Spending Review 2015: The departmental settlements

Written by Matt Foster and Suzannah Brecknell on 25 November 2015 in News
News

Topline departmental figures from the chancellor's Comprehensive Spending Review

Chancellor George Osborne has unveiled his Comprehensive Spending Review. We'll have full analysis and reaction throughout the day, but here are the key settlements:

  • The Foreign and Commonwealth Office's resource budget has been protected in real terms. 
  • Funding for the Scotland, Wales, and Northern Ireland Offices protected in real terms.
  • There will be real-terms protection for police funding.
  • The Home Office overall resource budget is down by 4.8%, but within this the administration budget will fall by 30%. There will be resource savings of 5% found though creating a “fully funded borders and immigration system”.
  • The Ministry of Justice will see a 15% cut by 2019-20, with its administrative budget falling by 50% over the same period. Other savings will come from "efficiencies within the prisons and courts systems".
  • The Department for Communities and Local Government budget will be cut by 29%, but within this the DEL allocated to local government will fall by 56%. This is to be offset by other changes to local funding, so that the overall funding to local authorities is predicted to fall by just 6.7%. There will be a 20% reduction in the department's paybill by 2019-20
  • The Department for Work and Pensions resource budget has been cut by 14%, with the chancellor saying some of the savings will come from "co-locating" job centres. Better-than-expected public finance figures have allowed Osborne to abandon his planned cuts to working tax credits – without touching the taper rate for Universal Credit. DWP's settlement also includes "investment" which will allow it to become a "smaller, more efficient" department, spending 22% less on administration, 34% less on technology (both in real terms) and occupying 20% less estate.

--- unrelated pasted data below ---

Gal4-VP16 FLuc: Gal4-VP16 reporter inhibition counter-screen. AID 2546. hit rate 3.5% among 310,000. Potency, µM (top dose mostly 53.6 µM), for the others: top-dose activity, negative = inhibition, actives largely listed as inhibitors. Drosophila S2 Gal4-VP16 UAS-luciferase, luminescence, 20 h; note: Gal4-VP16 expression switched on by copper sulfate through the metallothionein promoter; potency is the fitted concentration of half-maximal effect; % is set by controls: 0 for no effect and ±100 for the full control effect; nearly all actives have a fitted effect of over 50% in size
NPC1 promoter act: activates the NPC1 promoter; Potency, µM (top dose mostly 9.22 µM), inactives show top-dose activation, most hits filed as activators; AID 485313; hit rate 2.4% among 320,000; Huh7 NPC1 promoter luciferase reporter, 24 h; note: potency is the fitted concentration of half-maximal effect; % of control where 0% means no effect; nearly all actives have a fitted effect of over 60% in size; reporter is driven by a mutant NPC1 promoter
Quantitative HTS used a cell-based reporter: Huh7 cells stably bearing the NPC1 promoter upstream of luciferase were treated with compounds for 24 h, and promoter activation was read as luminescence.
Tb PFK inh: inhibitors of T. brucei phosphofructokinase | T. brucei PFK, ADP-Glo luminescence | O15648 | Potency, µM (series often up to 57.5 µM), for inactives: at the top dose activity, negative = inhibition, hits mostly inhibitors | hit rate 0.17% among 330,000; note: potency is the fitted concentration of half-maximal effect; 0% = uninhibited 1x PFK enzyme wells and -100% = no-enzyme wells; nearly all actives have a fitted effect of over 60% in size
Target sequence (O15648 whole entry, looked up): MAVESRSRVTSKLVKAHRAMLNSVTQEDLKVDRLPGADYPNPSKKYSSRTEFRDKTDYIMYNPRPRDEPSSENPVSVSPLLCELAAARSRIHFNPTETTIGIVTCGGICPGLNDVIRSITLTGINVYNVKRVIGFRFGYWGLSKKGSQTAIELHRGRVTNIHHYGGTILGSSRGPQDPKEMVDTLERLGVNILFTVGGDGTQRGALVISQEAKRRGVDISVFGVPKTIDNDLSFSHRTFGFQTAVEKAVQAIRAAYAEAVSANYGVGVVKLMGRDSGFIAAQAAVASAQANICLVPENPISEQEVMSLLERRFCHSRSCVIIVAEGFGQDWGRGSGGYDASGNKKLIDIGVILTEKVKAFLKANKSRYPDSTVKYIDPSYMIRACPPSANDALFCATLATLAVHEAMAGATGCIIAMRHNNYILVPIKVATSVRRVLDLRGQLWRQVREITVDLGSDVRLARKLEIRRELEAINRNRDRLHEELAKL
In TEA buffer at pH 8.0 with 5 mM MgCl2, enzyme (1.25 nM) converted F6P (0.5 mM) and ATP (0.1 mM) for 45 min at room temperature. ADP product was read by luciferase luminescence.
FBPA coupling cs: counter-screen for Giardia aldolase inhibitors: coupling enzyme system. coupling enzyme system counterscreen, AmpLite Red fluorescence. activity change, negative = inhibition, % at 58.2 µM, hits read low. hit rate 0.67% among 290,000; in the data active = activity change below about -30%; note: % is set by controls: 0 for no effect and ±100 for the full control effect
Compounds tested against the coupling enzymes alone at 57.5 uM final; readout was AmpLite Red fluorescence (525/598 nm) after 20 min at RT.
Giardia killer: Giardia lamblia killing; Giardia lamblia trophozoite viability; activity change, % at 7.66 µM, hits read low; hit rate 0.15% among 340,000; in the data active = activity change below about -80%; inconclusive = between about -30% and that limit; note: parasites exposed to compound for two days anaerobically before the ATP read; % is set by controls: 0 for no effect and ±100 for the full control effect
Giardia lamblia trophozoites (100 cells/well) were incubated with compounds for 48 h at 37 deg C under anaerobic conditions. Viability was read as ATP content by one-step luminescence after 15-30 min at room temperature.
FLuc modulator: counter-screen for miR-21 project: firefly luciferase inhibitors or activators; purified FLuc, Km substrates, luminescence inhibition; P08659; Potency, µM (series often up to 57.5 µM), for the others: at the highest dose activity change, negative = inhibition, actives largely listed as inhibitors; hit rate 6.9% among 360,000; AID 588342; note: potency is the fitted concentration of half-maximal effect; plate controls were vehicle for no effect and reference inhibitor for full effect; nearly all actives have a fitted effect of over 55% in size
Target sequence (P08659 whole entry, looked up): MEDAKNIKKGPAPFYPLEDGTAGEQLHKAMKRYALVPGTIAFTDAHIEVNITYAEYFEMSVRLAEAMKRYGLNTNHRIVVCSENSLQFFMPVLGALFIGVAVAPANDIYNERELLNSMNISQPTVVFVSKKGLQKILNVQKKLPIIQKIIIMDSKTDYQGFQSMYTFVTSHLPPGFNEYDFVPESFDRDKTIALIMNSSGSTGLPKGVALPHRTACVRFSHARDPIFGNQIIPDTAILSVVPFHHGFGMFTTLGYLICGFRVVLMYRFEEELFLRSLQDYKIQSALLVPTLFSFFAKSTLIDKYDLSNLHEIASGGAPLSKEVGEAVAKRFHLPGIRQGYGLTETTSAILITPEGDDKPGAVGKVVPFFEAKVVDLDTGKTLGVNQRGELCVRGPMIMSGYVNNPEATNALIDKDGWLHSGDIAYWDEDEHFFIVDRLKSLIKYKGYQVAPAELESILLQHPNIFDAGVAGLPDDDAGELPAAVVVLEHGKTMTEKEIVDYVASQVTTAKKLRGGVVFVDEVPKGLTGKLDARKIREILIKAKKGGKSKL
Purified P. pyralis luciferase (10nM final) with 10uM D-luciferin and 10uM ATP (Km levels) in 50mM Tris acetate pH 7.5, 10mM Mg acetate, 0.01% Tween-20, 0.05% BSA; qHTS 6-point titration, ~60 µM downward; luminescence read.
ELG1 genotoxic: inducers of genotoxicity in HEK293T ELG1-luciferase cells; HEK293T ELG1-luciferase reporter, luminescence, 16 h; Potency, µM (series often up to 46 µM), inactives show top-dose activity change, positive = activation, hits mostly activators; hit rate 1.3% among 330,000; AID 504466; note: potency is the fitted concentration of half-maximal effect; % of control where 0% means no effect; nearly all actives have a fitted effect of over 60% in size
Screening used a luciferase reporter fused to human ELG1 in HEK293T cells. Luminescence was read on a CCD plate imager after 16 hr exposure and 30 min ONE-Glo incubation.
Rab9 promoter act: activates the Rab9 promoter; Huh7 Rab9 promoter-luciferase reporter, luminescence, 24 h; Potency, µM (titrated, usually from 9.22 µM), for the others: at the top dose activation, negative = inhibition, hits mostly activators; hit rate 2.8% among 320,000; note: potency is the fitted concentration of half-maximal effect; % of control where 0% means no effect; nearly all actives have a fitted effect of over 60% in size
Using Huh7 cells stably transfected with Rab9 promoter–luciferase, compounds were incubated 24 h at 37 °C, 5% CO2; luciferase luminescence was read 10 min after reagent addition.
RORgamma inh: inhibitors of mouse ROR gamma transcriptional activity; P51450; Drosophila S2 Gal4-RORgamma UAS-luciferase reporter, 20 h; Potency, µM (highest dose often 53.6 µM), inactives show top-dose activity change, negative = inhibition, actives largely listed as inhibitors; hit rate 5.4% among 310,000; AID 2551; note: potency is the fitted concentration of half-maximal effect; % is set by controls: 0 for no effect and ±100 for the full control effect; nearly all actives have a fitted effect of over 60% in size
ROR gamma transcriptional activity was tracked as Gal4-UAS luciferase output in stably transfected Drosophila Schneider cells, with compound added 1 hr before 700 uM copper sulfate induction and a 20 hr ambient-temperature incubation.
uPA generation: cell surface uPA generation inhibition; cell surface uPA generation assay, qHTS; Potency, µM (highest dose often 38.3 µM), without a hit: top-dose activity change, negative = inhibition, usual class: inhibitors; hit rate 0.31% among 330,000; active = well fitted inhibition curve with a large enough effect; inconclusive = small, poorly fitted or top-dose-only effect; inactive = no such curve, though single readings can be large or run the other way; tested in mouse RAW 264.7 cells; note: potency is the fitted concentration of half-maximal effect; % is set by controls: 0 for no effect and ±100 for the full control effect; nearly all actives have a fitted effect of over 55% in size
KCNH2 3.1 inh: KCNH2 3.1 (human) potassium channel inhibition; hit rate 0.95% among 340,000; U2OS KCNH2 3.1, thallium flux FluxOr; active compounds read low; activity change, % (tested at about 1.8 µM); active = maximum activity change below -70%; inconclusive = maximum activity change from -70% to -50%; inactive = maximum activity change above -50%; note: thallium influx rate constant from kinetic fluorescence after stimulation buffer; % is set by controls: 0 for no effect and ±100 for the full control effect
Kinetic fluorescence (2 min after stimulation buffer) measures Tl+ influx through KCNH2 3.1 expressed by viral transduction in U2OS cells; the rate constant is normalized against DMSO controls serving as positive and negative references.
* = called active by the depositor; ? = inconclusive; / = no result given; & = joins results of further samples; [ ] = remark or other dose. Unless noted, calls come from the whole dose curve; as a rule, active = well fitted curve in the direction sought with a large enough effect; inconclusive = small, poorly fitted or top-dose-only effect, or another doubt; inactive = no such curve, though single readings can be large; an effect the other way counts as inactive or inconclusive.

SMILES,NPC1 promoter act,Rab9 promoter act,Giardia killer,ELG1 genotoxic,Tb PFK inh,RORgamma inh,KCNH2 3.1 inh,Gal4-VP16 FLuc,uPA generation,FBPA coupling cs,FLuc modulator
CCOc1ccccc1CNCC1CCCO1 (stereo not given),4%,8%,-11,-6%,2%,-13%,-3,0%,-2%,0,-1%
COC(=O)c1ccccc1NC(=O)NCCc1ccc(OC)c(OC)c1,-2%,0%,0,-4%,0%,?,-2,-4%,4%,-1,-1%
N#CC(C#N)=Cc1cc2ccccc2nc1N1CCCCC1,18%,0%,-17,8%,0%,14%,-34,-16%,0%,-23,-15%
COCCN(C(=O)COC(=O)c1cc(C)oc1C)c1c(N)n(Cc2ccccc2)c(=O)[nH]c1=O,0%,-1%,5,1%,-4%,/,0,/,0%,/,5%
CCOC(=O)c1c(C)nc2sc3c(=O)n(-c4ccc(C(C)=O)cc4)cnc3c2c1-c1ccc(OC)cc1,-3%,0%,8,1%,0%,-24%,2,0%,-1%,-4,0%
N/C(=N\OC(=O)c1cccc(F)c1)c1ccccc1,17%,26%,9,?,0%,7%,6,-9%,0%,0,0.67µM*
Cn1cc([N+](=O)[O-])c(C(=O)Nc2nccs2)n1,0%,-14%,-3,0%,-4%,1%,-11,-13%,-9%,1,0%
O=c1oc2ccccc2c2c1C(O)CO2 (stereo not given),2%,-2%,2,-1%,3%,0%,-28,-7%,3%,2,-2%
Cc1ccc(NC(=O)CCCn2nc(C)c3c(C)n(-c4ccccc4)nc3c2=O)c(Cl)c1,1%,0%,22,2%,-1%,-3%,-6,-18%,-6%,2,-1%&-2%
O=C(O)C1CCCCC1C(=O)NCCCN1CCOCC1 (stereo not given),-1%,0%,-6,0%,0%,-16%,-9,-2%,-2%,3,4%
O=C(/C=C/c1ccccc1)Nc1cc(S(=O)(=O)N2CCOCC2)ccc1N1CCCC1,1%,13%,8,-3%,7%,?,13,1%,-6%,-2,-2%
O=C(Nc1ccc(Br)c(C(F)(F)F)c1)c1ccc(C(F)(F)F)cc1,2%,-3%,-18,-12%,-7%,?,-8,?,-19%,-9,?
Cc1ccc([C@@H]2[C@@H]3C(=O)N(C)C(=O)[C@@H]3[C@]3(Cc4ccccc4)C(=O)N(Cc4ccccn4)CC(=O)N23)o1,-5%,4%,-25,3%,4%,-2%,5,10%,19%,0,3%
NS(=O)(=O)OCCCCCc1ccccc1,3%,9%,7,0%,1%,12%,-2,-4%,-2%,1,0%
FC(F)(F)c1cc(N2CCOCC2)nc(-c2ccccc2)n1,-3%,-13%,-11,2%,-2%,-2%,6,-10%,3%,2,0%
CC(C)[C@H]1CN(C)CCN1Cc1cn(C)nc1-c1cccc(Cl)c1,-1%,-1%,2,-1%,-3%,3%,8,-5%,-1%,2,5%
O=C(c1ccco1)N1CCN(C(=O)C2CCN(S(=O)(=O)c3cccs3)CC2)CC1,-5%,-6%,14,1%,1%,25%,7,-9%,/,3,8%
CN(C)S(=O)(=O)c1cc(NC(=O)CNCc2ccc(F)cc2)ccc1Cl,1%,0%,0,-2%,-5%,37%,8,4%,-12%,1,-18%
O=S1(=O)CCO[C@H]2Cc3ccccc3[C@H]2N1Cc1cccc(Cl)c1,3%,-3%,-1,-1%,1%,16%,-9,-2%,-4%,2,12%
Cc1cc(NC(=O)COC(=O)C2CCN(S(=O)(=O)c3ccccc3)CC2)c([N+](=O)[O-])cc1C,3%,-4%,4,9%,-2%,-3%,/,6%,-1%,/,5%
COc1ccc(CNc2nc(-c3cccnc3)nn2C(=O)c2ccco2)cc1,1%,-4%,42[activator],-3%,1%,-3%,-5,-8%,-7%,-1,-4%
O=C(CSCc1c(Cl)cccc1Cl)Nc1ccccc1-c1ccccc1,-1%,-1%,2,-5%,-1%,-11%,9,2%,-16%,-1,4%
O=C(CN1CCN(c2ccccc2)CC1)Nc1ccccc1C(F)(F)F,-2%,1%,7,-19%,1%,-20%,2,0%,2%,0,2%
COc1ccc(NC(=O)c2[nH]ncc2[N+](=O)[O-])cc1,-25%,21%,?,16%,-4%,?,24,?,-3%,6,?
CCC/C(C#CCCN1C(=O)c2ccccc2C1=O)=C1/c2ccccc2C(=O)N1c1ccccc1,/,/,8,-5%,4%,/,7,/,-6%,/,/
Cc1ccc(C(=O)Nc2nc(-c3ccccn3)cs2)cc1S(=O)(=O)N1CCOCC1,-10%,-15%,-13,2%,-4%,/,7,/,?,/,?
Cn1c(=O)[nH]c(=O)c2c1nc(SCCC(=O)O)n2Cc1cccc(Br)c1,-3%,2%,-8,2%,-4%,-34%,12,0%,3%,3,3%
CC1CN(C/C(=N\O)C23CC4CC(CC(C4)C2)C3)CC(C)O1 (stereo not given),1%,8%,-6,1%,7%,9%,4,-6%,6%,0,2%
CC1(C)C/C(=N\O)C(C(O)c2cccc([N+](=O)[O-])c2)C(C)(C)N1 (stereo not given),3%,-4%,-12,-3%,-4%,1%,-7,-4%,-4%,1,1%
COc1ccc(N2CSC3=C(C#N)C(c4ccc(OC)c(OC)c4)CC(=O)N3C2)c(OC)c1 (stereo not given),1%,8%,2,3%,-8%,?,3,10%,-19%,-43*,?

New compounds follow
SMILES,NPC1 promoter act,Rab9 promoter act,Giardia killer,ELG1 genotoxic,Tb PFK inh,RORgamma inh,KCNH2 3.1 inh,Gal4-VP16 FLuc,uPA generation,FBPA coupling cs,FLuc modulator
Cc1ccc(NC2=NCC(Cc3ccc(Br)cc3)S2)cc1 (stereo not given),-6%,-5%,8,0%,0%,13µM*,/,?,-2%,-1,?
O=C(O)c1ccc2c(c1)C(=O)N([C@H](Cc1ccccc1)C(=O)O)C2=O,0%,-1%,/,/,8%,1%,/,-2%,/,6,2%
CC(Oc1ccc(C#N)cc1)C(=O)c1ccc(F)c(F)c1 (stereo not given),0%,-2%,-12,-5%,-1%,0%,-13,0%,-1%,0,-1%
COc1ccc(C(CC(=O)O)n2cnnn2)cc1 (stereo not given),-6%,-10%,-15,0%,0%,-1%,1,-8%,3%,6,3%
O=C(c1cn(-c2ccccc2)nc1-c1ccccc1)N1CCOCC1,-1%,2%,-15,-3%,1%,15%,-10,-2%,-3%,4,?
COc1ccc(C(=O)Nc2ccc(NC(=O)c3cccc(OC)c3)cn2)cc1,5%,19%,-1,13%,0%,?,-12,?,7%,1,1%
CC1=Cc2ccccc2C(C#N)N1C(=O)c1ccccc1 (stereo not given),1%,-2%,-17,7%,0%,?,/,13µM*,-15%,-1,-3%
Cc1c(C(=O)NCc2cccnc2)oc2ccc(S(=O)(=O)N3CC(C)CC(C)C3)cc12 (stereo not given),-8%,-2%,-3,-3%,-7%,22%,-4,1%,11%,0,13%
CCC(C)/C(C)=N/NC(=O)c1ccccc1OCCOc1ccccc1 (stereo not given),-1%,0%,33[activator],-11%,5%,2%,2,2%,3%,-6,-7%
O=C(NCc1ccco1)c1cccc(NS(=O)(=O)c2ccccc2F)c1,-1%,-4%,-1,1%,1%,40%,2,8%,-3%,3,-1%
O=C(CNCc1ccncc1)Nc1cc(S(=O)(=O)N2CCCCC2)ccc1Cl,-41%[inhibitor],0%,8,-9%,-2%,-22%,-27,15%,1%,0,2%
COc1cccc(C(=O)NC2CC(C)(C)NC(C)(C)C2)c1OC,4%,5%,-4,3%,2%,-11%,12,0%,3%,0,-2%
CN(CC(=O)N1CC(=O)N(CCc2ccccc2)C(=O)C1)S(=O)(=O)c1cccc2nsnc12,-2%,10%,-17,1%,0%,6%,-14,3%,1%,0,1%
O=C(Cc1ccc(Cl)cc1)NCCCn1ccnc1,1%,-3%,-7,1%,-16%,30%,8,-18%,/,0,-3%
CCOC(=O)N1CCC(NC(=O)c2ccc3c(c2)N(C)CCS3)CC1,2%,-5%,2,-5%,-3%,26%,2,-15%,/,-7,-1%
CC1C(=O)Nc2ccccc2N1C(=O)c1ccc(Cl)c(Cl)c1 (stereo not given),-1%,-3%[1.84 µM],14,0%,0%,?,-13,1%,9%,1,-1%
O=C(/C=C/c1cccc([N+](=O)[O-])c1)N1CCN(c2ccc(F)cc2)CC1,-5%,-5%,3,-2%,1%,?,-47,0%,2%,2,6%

• The Department for Business, Innovation and Skills will see its resource budget cut by 17%. Science and adult skills budgets will be protected, and the department will cut its administration budget by £100m by 2019-20. To do this there will be a wide "programme of reform" including ALB reform and estates and workplace reform.
  • The Department for Energy and Climate Change will see its resource spending cut by 22%
  • There will be a 15% cut in day-to-day spending at the Department for Environment, Food and Rural Affairs.
  • The Department for Culture, Media and Sport sees a 20% cut to its resource spending – but more cash allocated to the Arts Council and free museum entry protected. 
  • The Department of Health will see 25% cuts to its resource spending.
  • The Department for Transport's resource budget will fall by 37%, but there is a boost to capital spending. "Substantial" savings to be made through continued reform in the department and its ALBs, including £94m from digitisation work in the DVLA.
  • The Treasury will see its resource budget cut by 26%.
  • HM Revenue & Customs total resource budget will fall by 18% with significant estates reform taking them from 170 local offices to 13 regional centres.  
  • The core Cabinet Office budget takes resource cuts of 24% – but there's a £450m funding boost for the Government Digital Service as well as boosts for security funding so the overall Cabinet Office budget rises by 4.4%

The bigger picture

  • There will be a total of £21.5bn in resource spending cuts from unprotected departments by 2019-20 – but £9.5bn will be reinvested, meaning an overall consolidation of £12bn over the perdiod.
  • Across all unprotected Whitehall departments, the cumulative real rate of reductions over the Spending Review period is 19%.
  • Overall resource departmental expenditure will fall by 0.8% a year on average in real terms, the Treasury says.
  • The Treasury says the average rate of reduction in the last parliament was 2.0%, meaning the next round of cuts is less steep than those experienced during the previous five years – although allocating those cuts will undoubtedly be more difficult given the efficiencies already delivered.

More on Spending Review 2015: Key workforce, estate and financial management reforms – and the assets in line for privatisation
DWP to cut estate by 20% as government eyes £4.5bn savings
George Osborne unveils surprise boost for Government Digital Service

100,000 public sector jobs will go by 2020, OBR predicts

CSW, in partnership with KPMG, will host a webinar to discuss the implications of the Spending Review on 10 December. Click here for more information.

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Matt Foster and Suzannah Brecknell
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